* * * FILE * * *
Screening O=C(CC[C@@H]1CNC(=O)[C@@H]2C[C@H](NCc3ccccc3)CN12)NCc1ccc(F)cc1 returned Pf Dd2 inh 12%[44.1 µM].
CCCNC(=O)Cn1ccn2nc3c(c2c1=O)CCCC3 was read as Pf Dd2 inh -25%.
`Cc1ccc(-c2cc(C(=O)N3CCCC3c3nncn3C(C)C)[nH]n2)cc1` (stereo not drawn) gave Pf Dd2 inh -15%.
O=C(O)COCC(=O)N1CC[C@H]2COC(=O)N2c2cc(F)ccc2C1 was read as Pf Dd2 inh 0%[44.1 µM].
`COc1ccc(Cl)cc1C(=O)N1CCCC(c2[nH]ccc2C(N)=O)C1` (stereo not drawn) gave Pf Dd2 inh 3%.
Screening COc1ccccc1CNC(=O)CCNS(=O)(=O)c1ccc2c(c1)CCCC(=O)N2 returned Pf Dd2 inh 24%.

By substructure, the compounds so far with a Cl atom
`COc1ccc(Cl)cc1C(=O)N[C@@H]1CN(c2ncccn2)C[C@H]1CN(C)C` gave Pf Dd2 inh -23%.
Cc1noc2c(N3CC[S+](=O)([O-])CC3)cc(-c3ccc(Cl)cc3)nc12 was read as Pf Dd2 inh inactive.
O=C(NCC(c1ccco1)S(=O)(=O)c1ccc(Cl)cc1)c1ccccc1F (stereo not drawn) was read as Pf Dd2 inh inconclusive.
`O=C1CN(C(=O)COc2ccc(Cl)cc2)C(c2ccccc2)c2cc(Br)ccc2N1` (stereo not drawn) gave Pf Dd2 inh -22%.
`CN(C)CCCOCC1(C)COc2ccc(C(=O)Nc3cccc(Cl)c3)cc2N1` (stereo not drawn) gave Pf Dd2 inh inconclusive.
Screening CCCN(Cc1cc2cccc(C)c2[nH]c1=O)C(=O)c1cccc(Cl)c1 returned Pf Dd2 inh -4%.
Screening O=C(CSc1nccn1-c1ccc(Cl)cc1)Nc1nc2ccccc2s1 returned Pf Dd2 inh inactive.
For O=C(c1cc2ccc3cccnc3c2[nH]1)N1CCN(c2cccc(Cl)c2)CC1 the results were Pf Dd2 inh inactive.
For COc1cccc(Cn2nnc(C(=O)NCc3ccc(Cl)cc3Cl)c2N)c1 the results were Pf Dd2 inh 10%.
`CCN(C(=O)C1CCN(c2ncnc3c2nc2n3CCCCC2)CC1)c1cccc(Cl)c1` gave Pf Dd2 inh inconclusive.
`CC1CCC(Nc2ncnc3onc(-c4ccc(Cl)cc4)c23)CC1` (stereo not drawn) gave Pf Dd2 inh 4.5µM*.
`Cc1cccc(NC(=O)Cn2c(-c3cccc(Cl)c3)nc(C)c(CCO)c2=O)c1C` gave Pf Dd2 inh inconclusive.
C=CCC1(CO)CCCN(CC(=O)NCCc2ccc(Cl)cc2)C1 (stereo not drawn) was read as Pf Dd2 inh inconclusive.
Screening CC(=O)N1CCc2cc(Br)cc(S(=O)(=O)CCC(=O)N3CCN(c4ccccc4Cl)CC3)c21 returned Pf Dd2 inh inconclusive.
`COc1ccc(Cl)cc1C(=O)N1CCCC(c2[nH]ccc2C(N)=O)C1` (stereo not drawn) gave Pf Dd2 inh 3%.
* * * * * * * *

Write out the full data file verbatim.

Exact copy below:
Screening O=C(CC[C@@H]1CNC(=O)[C@@H]2C[C@H](NCc3ccccc3)CN12)NCc1ccc(F)cc1 returned Pf Dd2 inh 12%[44.1 µM].
CCCNC(=O)Cn1ccn2nc3c(c2c1=O)CCCC3 was read as Pf Dd2 inh -25%.
`Cc1ccc(-c2cc(C(=O)N3CCCC3c3nncn3C(C)C)[nH]n2)cc1` (stereo not drawn) gave Pf Dd2 inh -15%.
O=C(O)COCC(=O)N1CC[C@H]2COC(=O)N2c2cc(F)ccc2C1 was read as Pf Dd2 inh 0%[44.1 µM].
`COc1ccc(Cl)cc1C(=O)N1CCCC(c2[nH]ccc2C(N)=O)C1` (stereo not drawn) gave Pf Dd2 inh 3%.
Screening COc1ccccc1CNC(=O)CCNS(=O)(=O)c1ccc2c(c1)CCCC(=O)N2 returned Pf Dd2 inh 24%.

By substructure, the compounds so far with a Cl atom
`COc1ccc(Cl)cc1C(=O)N[C@@H]1CN(c2ncccn2)C[C@H]1CN(C)C` gave Pf Dd2 inh -23%.
Cc1noc2c(N3CC[S+](=O)([O-])CC3)cc(-c3ccc(Cl)cc3)nc12 was read as Pf Dd2 inh inactive.
O=C(NCC(c1ccco1)S(=O)(=O)c1ccc(Cl)cc1)c1ccccc1F (stereo not drawn) was read as Pf Dd2 inh inconclusive.
`O=C1CN(C(=O)COc2ccc(Cl)cc2)C(c2ccccc2)c2cc(Br)ccc2N1` (stereo not drawn) gave Pf Dd2 inh -22%.
`CN(C)CCCOCC1(C)COc2ccc(C(=O)Nc3cccc(Cl)c3)cc2N1` (stereo not drawn) gave Pf Dd2 inh inconclusive.
Screening CCCN(Cc1cc2cccc(C)c2[nH]c1=O)C(=O)c1cccc(Cl)c1 returned Pf Dd2 inh -4%.
Screening O=C(CSc1nccn1-c1ccc(Cl)cc1)Nc1nc2ccccc2s1 returned Pf Dd2 inh inactive.
For O=C(c1cc2ccc3cccnc3c2[nH]1)N1CCN(c2cccc(Cl)c2)CC1 the results were Pf Dd2 inh inactive.
For COc1cccc(Cn2nnc(C(=O)NCc3ccc(Cl)cc3Cl)c2N)c1 the results were Pf Dd2 inh 10%.
`CCN(C(=O)C1CCN(c2ncnc3c2nc2n3CCCCC2)CC1)c1cccc(Cl)c1` gave Pf Dd2 inh inconclusive.
`CC1CCC(Nc2ncnc3onc(-c4ccc(Cl)cc4)c23)CC1` (stereo not drawn) gave Pf Dd2 inh 4.5µM*.
`Cc1cccc(NC(=O)Cn2c(-c3cccc(Cl)c3)nc(C)c(CCO)c2=O)c1C` gave Pf Dd2 inh inconclusive.
C=CCC1(CO)CCCN(CC(=O)NCCc2ccc(Cl)cc2)C1 (stereo not drawn) was read as Pf Dd2 inh inconclusive.
Screening CC(=O)N1CCc2cc(Br)cc(S(=O)(=O)CCC(=O)N3CCN(c4ccccc4Cl)CC3)c21 returned Pf Dd2 inh inconclusive.
`COc1ccc(Cl)cc1C(=O)N1CCCC(c2[nH]ccc2C(N)=O)C1` (stereo not drawn) gave Pf Dd2 inh 3%.